Daredevil. Iron Fist. Luke Cage. All gone, newly canceled due to Netflix’s preference to only greenlight shows it actually owns. Jessica Jones and The Punisher are each too far into production on their next seasons to be outright canceled but they are clearly on borrowed time. Yet, Netflix continues to be cagey about what’s actually going on here. Don’t you wish they’d just be honest and cut through the bullshit?
In 2006, when new Disney CEO Bob Iger fired Nina Jacobson, the president of Disney’s Motion Pictures Group, less than a year after she’d renewed a lucrative contract it could have gone one of two ways: either Jacobson claim in a press release she was leaving to finally pursue her lifelong dream of being a film producer or cite a need to spend more time with her family as the cause for her departure.
She chose a third option: complete honesty. She was being fired simply because she happened to hold her job at a time of corporate restructuring enacted by Iger. 650 other poor souls were being fired along with her as part of Iger’s effort to cut $100 million in yearly costs. Her replacement got the job because he lobbied for it behind her back and agreed to work for much cheaper.
“Hollywood is agog,” wrote Deadline’s Nikki Finke at the time. Somebody chose to actually admit they’d been fired? Nobody does that in Hollywood!
Over a decade later, not much has changed in that regard. There’s what studios and networks say in the press, there’s what’s actually going on behind the scenes, and never the twain shall meet. So, please, just ignore Netflix’s bullshit press release announcing the surprise cancellation of Daredevil. They’re never going to outright admit what’s actually happening here, why they would cancel their flagship Marvel series a month after its well-received third season (I was in the minority on being down on it) which leaves us to speculate:
Is this all down to ownership?
Netflix’s original content budget this year rivals the gross domestic product of around a quarter of the countries in the world, which is an entirely unprecedented investment for any single media company. The reason is quite simple: Netflix is scrambling to replace all the content its about to lose as rival studios band together to create their own competing streaming services. This strategy is certainly vindicated when you have WarnerMedia CEO and man who’s never made a film or TV show in his life John Stankey bragging about starving Netflix of content.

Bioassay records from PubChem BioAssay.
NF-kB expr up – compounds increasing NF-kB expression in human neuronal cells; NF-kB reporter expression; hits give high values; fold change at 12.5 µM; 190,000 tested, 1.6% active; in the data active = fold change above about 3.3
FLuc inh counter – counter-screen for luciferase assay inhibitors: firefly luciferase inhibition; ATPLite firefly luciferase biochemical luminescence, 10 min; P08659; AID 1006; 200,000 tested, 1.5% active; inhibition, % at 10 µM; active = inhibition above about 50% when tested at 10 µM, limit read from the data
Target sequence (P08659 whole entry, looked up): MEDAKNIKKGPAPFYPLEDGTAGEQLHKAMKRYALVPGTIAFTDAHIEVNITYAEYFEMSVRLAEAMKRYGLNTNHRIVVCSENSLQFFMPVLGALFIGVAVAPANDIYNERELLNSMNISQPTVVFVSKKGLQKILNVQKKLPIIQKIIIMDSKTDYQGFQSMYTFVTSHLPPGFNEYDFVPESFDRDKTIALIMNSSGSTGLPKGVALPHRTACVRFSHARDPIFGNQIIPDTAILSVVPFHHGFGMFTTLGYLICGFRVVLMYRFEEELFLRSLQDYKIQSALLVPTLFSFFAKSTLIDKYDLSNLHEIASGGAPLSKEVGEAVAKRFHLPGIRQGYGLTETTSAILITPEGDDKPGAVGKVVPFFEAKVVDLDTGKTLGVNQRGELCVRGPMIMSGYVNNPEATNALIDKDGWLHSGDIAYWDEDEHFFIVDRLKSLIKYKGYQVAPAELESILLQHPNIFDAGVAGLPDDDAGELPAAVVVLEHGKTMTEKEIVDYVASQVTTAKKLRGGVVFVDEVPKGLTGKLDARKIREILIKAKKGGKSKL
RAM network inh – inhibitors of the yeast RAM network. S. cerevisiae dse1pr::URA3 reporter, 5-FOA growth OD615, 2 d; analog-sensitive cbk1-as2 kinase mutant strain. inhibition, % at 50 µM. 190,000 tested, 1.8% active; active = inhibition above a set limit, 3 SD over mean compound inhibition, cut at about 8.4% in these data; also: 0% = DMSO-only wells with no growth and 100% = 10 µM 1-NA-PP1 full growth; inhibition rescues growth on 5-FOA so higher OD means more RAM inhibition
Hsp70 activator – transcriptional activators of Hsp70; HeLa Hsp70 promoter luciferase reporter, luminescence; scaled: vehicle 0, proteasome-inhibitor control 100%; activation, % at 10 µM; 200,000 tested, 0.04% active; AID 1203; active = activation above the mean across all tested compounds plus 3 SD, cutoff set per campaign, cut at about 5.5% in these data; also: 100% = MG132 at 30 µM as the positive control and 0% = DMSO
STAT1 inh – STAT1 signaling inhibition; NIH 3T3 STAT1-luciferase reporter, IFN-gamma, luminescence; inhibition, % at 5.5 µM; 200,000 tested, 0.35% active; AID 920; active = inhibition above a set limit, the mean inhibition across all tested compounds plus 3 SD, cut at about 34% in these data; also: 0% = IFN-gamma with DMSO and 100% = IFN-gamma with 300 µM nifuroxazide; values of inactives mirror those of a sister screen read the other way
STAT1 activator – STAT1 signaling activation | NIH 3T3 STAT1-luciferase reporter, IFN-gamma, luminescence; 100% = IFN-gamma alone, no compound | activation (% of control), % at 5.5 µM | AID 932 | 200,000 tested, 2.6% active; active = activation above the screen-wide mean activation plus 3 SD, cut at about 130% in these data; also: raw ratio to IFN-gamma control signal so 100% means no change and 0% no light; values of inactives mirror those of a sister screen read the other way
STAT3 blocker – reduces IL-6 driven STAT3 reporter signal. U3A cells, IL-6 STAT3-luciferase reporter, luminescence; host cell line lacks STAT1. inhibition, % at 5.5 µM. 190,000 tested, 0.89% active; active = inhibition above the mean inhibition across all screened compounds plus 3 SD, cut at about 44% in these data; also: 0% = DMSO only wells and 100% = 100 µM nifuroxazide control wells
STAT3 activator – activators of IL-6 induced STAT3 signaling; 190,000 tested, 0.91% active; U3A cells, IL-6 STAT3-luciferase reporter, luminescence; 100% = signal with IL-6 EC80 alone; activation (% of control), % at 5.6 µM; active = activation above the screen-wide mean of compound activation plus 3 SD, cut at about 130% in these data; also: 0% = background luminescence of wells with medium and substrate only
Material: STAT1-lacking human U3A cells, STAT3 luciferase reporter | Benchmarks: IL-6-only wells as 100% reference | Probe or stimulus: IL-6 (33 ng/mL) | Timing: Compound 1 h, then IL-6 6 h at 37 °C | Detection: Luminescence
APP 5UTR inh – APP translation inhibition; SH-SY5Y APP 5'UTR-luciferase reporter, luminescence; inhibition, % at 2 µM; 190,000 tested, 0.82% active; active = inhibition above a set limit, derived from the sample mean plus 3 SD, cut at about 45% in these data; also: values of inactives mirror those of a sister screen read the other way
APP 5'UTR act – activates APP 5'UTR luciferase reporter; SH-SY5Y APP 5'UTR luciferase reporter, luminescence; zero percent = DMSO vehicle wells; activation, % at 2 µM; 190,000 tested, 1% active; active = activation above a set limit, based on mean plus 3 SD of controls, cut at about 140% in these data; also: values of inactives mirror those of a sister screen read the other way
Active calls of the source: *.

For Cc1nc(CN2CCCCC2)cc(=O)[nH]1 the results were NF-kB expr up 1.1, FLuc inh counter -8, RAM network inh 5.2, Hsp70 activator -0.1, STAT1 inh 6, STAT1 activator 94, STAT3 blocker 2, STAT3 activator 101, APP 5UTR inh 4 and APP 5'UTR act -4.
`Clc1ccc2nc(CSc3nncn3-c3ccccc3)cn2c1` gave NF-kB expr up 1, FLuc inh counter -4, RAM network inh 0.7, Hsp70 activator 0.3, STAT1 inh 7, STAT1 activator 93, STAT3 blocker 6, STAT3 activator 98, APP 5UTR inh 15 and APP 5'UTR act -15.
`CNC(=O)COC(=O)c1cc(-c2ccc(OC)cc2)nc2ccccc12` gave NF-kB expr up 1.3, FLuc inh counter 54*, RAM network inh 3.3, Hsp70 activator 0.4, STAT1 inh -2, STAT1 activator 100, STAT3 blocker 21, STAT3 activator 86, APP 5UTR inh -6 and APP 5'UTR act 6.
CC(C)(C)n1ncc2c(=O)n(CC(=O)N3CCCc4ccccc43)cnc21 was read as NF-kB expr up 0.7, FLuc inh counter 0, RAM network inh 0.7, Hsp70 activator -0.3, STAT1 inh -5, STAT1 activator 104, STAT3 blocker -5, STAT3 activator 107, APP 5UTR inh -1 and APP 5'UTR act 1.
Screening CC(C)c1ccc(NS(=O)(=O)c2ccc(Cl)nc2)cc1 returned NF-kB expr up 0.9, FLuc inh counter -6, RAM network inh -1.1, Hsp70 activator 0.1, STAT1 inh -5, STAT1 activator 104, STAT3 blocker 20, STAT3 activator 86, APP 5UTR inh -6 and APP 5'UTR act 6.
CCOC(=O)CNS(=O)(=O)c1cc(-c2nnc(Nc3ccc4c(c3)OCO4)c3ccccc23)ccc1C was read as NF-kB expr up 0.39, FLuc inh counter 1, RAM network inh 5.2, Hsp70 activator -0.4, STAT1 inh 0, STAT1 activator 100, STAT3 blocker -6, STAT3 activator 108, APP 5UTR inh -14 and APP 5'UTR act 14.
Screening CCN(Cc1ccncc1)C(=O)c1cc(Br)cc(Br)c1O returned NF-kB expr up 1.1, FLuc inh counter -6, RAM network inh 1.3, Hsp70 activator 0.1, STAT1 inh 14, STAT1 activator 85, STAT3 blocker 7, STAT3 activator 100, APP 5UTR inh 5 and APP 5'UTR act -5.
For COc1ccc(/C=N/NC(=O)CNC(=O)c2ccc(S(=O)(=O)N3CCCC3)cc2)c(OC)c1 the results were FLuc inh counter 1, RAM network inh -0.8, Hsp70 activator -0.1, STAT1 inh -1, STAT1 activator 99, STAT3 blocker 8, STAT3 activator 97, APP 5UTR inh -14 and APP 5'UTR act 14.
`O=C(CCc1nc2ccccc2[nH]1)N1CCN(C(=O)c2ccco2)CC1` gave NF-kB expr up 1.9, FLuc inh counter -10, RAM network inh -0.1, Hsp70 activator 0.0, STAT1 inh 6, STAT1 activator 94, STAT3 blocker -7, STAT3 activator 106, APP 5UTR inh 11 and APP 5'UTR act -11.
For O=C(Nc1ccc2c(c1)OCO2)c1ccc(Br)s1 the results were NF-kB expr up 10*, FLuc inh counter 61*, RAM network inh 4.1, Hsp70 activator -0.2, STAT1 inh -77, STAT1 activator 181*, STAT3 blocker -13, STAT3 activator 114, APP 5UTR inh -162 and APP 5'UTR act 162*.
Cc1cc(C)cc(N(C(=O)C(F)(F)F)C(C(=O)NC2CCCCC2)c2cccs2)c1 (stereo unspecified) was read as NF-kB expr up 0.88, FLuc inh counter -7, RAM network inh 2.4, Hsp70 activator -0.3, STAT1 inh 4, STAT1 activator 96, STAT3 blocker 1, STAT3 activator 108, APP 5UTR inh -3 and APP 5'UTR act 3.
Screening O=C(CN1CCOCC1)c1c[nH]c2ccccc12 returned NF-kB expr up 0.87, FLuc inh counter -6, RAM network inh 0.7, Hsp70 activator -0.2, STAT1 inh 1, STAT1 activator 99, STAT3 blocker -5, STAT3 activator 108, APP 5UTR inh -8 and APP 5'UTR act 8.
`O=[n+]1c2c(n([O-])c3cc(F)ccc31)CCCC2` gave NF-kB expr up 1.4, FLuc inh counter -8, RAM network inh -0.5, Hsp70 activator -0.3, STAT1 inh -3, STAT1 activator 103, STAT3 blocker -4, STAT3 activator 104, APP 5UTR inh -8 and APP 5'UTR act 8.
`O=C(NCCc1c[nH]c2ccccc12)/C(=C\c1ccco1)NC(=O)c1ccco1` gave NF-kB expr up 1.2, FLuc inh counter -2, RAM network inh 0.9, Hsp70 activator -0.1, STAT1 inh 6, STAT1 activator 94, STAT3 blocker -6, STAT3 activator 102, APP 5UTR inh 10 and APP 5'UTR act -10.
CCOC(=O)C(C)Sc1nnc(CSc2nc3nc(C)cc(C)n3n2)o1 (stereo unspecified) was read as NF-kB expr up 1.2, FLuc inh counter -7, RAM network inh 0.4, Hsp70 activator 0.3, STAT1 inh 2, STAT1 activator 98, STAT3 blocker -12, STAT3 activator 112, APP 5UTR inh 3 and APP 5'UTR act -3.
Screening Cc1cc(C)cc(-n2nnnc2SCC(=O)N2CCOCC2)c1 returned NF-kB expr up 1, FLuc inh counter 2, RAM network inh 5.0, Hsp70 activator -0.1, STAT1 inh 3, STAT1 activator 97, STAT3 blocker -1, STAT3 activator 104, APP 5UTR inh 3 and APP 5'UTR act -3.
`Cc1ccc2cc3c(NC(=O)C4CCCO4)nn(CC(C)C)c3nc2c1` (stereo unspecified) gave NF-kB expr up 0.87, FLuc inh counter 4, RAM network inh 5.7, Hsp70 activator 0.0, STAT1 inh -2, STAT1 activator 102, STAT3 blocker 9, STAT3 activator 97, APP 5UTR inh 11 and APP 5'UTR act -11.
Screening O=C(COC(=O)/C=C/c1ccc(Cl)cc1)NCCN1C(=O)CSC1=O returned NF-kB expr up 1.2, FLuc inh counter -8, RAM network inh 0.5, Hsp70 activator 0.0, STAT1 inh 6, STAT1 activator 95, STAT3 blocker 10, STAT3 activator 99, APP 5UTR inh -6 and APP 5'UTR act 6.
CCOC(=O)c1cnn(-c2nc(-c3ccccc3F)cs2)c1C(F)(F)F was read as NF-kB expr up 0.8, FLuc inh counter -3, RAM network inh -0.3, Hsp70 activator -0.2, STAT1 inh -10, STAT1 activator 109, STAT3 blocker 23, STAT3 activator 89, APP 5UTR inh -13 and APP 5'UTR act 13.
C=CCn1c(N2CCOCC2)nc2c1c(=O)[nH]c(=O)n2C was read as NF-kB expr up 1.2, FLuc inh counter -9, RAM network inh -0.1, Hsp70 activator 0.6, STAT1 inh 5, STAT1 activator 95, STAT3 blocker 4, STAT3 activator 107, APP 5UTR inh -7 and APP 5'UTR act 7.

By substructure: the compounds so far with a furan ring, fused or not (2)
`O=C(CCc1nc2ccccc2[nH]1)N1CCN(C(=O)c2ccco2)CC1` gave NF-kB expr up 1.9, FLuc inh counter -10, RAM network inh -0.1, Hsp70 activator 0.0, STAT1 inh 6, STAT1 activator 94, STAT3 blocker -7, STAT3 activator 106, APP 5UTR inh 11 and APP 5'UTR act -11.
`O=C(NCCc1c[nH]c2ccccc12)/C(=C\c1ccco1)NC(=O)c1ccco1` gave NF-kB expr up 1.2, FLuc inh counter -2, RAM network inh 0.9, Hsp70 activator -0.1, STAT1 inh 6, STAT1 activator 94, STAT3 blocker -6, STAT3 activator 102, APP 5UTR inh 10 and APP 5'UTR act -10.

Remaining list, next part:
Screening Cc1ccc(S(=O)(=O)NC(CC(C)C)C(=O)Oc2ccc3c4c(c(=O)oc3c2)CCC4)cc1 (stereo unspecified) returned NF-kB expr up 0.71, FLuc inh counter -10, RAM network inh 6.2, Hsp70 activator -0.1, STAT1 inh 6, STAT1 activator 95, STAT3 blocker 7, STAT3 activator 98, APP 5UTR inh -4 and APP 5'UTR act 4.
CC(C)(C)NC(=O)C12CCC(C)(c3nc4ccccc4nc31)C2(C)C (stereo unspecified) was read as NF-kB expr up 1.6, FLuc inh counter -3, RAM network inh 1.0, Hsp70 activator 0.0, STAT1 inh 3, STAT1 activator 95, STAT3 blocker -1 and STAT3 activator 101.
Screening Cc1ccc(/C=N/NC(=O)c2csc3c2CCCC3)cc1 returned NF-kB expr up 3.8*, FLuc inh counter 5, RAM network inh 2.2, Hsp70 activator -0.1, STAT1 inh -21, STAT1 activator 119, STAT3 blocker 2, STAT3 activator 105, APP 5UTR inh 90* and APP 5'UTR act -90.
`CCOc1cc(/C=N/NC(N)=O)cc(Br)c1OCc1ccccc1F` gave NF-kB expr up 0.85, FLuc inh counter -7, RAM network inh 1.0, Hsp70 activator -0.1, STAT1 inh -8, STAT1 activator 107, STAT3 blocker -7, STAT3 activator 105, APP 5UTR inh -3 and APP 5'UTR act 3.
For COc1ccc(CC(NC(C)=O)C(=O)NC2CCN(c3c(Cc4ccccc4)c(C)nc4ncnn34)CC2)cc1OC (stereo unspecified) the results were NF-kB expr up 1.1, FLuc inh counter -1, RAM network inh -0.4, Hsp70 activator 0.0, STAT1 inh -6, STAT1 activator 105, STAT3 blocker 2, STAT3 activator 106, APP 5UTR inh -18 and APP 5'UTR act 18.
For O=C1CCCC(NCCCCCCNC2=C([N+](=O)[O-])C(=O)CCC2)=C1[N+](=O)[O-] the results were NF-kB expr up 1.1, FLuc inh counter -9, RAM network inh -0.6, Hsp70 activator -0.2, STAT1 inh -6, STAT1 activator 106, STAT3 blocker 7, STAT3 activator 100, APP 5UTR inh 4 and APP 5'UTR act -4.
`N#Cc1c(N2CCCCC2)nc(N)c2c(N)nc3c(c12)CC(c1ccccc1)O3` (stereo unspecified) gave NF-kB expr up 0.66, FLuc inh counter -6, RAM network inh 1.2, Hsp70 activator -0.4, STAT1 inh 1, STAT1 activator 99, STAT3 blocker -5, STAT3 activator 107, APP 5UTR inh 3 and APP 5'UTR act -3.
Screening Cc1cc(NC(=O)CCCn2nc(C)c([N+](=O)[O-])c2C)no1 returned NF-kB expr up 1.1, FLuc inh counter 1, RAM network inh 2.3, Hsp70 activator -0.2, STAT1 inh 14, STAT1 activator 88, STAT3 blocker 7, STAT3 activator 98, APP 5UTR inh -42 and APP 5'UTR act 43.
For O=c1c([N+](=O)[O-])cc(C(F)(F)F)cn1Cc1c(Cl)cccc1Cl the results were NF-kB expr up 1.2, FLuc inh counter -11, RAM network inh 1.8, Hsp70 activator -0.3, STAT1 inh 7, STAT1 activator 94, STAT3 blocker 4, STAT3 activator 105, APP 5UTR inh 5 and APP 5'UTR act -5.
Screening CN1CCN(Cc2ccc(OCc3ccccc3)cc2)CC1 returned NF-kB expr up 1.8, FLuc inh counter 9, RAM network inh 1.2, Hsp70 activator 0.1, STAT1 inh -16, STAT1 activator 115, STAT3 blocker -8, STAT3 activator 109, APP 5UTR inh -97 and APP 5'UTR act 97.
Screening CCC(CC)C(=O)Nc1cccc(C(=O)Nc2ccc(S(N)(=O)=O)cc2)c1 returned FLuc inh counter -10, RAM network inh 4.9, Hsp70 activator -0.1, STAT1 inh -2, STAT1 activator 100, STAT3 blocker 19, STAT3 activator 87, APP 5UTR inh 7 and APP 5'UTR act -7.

As a result, Netflix wants to be its own master when it comes to content, and while its deal with Marvel Television/ABC Studios might grant it exclusive streaming rights for the Daredevil universe it does not also give them corporate ownership of the shows. This, industry analysts argued, is what led Netflix to cancel the critically beloved American Vandal (a CBS Studios product) and is likely behind the Thanos-like snappening Netflix is newly visiting on its Marvel universe.
Is Disney making a play to gets its characters back?
The only true line of intrigue in Netflix’s press release about Daredevil comes at the very end: “While the series on Netflix has ended, the three existing seasons will remain on the service for years to come, while the Daredevil character will live on in future projects for Marvel.”
The Daredevil character will live on in future projects? What, and might I add, the fuck does that mean? Is Disney taking Daredevil back and plotting a movie or TV series for its forthcoming streaming service, Disney+? Will Charlie Cox and the continuity of the Netflix Daredevil series continue? Will this be yet another reboot? Or does Netflix simply mean Daredevil is now free to appear in other Marvel shows on the streaming service, either Jessica Jones, The Punisher or something new we (and possibly they as well) don’t know about yet?